Below are some key factors that should be considered to help prevent fatigue from occurring.

WORK SCHEDULES

The search for the perfect work schedule is a wild goose chase; but by acknowledging the need for balance and flexibility we can help prevent fatigue.

  • The Blue Book: The Code of Practice for the Engagement of Crew in the New Zealand Screen Production Industry should always be consulted when setting work schedules.
  • Schedule tasks suitably throughout a work period.
    • It is important to understand that for most people their ability to be alert or to focus is at its lowest between 3am and 5am, and 3pm and 5pm. During these natural low-function times, adopt a conservative approach to safety and avoid critical jobs, where practicable.
  • If night work is deemed essential to the production, fatigue must then be considered as an increased potential risk.
  • Consider how people will get to and from work.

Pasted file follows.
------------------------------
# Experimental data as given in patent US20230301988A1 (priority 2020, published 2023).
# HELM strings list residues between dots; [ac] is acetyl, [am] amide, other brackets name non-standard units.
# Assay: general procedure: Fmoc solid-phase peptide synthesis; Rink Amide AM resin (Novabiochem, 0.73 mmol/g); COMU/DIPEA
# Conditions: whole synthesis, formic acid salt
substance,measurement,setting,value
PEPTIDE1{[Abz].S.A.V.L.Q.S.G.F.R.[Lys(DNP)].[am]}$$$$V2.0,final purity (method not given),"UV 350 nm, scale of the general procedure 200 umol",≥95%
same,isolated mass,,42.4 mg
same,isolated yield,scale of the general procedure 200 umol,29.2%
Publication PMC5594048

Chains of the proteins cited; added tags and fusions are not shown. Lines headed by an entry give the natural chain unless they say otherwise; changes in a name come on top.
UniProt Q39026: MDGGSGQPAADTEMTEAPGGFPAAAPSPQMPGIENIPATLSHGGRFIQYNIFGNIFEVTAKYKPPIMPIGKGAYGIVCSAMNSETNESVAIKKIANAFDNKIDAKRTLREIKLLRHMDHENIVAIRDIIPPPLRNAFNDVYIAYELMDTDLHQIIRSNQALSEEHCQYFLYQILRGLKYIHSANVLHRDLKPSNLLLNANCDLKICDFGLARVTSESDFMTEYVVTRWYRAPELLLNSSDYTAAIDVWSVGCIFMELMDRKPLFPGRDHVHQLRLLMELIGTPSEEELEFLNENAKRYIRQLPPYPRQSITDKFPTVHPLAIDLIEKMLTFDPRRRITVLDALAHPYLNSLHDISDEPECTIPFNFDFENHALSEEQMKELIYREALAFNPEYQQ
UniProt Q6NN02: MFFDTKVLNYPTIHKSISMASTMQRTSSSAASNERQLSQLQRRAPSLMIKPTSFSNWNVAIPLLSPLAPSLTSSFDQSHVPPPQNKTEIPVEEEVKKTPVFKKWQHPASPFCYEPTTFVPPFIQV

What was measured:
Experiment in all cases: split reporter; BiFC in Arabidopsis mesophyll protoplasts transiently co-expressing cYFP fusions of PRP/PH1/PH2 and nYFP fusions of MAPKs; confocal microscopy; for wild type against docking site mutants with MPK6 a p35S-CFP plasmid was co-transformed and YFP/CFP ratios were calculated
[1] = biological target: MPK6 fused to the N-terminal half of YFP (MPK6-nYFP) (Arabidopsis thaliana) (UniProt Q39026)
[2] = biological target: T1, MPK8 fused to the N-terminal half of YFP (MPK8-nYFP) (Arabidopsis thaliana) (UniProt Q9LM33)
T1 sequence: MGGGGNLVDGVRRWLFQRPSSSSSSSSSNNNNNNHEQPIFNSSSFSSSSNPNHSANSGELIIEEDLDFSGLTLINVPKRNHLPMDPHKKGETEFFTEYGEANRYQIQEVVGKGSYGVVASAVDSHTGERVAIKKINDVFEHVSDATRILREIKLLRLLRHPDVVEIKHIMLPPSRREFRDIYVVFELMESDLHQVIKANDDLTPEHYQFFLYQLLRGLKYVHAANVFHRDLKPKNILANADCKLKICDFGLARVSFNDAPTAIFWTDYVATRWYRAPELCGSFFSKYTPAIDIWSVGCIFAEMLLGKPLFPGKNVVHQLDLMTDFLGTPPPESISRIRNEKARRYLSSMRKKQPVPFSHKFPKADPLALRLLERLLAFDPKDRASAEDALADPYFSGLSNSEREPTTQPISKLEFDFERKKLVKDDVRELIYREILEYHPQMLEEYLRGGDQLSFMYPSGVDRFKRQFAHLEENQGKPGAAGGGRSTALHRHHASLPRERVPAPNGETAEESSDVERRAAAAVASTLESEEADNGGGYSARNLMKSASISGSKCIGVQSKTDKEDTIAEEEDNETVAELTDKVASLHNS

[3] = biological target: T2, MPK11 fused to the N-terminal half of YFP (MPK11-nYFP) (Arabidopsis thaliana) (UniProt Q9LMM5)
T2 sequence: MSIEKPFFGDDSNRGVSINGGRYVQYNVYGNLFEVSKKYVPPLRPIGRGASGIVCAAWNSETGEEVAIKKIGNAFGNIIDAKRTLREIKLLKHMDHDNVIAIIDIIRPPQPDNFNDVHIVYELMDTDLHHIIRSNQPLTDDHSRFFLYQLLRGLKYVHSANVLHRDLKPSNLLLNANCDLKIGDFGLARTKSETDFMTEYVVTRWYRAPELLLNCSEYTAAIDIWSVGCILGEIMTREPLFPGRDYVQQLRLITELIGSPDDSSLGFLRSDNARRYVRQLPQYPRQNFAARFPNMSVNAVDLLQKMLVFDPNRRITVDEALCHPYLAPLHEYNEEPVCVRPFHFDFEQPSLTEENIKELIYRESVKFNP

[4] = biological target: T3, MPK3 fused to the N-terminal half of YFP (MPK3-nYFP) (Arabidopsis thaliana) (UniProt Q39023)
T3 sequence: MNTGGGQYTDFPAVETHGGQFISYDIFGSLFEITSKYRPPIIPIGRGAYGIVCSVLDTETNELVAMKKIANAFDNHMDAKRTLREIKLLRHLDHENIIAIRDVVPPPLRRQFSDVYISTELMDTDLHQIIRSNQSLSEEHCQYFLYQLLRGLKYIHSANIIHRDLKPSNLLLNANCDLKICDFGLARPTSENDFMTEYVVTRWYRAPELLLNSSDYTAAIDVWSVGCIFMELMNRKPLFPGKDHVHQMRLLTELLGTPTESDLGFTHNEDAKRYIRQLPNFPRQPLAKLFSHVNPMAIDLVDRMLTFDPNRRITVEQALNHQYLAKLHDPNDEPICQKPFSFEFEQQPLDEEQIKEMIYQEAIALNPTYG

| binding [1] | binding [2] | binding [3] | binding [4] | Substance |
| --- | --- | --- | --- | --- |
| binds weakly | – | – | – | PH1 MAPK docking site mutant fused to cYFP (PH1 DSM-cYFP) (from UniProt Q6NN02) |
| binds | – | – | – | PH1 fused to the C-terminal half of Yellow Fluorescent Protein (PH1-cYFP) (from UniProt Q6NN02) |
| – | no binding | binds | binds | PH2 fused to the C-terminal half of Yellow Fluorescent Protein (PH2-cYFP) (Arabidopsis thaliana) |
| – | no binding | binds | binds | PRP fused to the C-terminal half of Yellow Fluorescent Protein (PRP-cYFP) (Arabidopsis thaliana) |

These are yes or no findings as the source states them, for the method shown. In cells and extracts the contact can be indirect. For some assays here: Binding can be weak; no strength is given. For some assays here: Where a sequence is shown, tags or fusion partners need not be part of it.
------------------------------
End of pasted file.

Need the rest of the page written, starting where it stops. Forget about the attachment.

• Workers who don’t work traditional 9am-5pm days, such a screen industry crew, have more accidents commuting to and from work than those who do work 9am to 5pm, which are likely to be caused by fatigue.
  • Try to schedule work so workers can get at least two consecutive nights’ sleep (with a normal day in between) each week, as this will help reduce the risk of fatigue.
  • Ensure, so far as is reasonably practicable, that working hours are not too long. If longer working days are required, consider staggered start and finish times, and/or longer rest breaks and periods off work.
  • Ensure the schedules allow enough recovery time for a good nights’ sleep.
  • Monitor and place limits around overtime worked. Avoid incentives to work excessive hours – remember, every extra hour worked is an hour’s less recovery time.

SLEEP

  • Design schedules to allow for good sleep opportunity and recovery time between work days.